, Volume 68, Issue 2, pp 333-342
Date: 12 Dec 2013

Great spotted cuckoo fledglings are disadvantaged by magpie host parents when reared together with magpie nestlings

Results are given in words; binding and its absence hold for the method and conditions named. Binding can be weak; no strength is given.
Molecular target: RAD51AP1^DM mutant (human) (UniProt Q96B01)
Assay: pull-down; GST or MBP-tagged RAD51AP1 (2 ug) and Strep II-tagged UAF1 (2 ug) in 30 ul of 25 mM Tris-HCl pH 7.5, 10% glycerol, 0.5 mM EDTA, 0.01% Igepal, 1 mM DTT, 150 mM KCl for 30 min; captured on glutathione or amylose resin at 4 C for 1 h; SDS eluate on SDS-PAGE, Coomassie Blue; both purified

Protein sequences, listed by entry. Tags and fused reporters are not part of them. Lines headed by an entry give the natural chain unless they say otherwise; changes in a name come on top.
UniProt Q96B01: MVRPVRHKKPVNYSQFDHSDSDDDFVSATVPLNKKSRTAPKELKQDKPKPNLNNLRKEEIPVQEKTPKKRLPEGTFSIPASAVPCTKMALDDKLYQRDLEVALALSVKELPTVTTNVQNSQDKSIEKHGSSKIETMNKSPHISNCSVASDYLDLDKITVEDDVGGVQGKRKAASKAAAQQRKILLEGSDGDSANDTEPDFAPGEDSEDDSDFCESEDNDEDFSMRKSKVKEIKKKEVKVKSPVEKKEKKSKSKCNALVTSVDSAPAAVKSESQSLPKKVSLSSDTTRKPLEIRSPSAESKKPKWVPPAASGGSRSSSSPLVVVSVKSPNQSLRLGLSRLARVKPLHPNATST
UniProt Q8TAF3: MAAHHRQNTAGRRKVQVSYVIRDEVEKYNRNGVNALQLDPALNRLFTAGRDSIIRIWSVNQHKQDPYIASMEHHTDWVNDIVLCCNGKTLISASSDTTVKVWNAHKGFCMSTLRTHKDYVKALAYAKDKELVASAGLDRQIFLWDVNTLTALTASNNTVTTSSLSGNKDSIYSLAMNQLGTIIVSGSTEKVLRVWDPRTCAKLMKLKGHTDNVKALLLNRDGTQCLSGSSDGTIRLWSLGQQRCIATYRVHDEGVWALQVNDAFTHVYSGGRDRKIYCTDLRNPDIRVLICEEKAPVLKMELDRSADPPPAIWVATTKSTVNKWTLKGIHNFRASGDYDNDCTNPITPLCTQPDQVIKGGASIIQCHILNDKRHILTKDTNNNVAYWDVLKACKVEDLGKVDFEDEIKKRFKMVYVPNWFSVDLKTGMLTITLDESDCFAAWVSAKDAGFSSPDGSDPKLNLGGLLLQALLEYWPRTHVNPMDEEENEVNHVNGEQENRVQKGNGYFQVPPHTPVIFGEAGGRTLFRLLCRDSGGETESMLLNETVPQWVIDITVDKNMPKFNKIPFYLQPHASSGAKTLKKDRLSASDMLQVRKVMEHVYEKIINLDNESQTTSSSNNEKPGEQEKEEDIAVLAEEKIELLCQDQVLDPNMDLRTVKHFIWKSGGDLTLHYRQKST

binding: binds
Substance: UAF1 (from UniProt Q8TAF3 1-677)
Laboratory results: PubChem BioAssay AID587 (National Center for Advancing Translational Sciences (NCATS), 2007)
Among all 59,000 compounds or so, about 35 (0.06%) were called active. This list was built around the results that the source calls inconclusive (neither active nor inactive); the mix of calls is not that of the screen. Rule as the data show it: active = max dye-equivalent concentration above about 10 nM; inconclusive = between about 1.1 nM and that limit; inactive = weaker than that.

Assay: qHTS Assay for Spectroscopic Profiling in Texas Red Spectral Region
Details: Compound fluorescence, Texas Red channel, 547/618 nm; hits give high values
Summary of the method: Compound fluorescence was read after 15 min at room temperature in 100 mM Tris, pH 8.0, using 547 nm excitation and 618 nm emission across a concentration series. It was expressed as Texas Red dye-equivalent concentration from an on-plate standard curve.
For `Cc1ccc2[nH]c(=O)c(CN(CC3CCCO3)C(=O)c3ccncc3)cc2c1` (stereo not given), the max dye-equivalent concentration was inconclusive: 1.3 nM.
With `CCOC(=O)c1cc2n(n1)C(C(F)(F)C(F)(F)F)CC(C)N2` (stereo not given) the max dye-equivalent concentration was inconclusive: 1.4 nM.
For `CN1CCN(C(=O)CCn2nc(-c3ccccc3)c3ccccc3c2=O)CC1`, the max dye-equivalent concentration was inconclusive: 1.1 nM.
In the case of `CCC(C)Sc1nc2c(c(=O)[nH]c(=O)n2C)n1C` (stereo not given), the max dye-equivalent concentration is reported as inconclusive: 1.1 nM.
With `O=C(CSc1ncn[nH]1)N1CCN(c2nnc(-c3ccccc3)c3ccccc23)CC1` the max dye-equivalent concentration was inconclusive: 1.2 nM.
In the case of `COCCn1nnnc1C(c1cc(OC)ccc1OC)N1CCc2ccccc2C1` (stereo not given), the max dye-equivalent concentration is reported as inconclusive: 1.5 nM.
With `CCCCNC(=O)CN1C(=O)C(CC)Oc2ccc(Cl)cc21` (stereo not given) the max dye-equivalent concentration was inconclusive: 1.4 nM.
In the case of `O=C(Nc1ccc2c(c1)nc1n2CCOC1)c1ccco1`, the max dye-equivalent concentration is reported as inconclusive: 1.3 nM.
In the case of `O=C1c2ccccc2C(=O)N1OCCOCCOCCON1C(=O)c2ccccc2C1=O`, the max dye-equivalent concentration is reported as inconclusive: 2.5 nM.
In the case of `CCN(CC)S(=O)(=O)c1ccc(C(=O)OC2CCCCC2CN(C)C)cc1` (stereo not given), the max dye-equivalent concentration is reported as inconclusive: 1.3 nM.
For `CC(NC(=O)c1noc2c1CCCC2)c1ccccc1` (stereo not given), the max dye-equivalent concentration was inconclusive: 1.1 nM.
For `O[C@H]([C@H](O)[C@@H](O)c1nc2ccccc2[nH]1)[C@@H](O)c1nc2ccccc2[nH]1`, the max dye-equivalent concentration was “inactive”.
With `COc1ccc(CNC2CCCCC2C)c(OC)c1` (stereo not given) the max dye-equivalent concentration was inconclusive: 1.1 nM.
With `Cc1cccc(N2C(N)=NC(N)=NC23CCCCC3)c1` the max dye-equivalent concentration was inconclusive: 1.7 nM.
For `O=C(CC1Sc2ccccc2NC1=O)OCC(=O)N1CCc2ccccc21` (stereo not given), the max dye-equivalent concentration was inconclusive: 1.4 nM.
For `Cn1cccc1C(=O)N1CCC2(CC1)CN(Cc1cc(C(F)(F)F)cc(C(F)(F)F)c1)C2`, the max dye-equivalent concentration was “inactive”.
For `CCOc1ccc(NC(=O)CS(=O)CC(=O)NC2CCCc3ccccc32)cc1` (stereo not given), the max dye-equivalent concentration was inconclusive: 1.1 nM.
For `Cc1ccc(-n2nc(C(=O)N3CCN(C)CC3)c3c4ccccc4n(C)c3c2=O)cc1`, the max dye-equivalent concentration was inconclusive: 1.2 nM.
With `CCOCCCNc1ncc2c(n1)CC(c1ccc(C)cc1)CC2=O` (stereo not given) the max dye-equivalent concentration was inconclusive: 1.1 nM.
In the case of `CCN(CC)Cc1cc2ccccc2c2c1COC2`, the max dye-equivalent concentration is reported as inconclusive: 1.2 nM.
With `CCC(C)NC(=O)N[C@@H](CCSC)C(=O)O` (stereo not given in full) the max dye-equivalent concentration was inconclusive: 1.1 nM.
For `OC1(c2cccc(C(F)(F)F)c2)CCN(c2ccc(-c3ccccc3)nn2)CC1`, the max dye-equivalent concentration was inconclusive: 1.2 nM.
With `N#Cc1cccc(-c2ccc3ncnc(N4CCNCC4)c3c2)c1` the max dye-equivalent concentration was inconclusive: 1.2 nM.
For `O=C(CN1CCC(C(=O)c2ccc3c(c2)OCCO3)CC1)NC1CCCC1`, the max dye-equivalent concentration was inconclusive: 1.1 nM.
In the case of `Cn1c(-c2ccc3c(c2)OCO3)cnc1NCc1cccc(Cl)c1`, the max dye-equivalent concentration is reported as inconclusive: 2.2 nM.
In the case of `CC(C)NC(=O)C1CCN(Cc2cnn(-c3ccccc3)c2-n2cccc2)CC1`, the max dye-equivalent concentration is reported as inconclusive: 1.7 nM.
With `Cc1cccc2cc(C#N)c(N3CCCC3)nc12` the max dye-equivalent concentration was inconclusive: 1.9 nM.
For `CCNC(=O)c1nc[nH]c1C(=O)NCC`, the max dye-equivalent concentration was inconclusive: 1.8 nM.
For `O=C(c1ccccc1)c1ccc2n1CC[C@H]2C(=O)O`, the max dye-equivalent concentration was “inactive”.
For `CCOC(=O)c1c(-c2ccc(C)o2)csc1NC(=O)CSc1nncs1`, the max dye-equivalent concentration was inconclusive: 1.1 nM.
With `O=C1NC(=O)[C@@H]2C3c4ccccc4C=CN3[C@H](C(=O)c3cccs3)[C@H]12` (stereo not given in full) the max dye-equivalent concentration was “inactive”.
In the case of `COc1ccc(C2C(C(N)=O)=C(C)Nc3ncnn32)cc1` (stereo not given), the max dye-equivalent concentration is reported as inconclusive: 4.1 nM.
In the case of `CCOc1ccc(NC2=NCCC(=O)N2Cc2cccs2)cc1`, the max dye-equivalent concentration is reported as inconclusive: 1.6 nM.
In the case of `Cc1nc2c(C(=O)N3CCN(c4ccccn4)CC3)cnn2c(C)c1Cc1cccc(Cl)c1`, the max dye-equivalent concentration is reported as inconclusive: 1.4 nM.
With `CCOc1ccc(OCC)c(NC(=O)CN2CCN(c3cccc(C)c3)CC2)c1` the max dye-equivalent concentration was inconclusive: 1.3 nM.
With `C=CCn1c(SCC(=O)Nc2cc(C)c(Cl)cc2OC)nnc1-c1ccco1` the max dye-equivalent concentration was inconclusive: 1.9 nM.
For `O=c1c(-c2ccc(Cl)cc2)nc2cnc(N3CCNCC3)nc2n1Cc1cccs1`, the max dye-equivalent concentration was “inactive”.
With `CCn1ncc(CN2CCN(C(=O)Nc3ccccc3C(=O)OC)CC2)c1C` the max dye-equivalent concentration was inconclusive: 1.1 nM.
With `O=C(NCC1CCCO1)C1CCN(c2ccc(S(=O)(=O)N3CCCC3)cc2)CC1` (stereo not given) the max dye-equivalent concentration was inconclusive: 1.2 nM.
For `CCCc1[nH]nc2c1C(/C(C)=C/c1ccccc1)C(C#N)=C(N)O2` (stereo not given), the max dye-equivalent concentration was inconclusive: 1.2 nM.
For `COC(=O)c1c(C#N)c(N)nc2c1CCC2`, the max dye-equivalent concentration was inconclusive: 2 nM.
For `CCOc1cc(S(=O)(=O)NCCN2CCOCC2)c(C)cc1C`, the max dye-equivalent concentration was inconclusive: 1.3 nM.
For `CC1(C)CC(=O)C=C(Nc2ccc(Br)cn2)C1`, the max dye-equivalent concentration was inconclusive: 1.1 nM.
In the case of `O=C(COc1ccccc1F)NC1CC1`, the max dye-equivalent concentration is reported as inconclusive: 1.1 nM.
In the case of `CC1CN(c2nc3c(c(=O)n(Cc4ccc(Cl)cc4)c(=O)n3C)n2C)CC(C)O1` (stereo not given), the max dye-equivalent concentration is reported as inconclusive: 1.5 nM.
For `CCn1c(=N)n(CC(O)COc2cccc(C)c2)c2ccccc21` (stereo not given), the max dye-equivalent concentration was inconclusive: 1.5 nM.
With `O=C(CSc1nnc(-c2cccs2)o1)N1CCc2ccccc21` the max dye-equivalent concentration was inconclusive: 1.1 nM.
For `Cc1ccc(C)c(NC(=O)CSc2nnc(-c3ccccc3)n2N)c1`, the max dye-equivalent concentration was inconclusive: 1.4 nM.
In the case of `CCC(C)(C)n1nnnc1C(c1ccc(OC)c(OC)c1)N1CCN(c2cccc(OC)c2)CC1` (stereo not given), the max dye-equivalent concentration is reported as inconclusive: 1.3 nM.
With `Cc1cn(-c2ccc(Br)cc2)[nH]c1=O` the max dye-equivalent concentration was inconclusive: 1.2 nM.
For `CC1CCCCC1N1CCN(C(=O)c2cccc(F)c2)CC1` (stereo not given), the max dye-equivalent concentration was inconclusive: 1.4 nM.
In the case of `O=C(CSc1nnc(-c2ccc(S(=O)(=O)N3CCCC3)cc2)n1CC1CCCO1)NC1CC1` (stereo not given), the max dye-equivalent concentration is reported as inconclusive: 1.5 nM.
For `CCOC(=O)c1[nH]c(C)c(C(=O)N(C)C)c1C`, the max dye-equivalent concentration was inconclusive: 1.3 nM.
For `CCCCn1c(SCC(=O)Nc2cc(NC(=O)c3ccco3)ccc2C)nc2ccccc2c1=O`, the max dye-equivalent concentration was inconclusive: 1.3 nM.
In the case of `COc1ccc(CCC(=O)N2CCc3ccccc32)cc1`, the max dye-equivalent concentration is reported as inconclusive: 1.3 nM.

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The post-fledging period is a critical phase for juvenile survival, and parental care provided during this period is a key component of avian reproductive performance. Very little is known about the relationships between foster parents and fledglings of brood parasites. Here, we present the results of a 5-year study about the relationships between fledglings of the non-evictor brood parasitic great spotted cuckoo (Clamator glandarius) and its magpie (Pica pica) foster parents. Sometimes, great spotted cuckoo and magpie nestlings from the same nest can fledge successfully, but most often parasitic nestlings outcompete host nestlings and only cuckoos leave the nest. We have studied several aspects of cuckoo post-fledging performance (i.e. feeding behaviour, parental defence and fledgling survival) in experimental nests in which only cuckoos or both magpie and cuckoo nestlings survived until leaving the nest. The results indicate that great spotted cuckoo fledglings reared in mixed broods together with magpie nestlings were disadvantaged by magpie adults with respect to feeding patterns. Fledgling cuckoos reared in mixed broods were fed less frequently than those reared in only cuckoo broods, and magpie adults approached less frequently to feed cuckoos from mixed broods than cuckoos from only cuckoo broods. These results imply that the presence of host's own nestlings for comparison may be a crucial clue favouring the evolution of fledgling discrimination; and furthermore, that the risk of discrimination at the fledgling stage probably is an important selection pressure driving the evolution of the arms race between brood parasites and their hosts.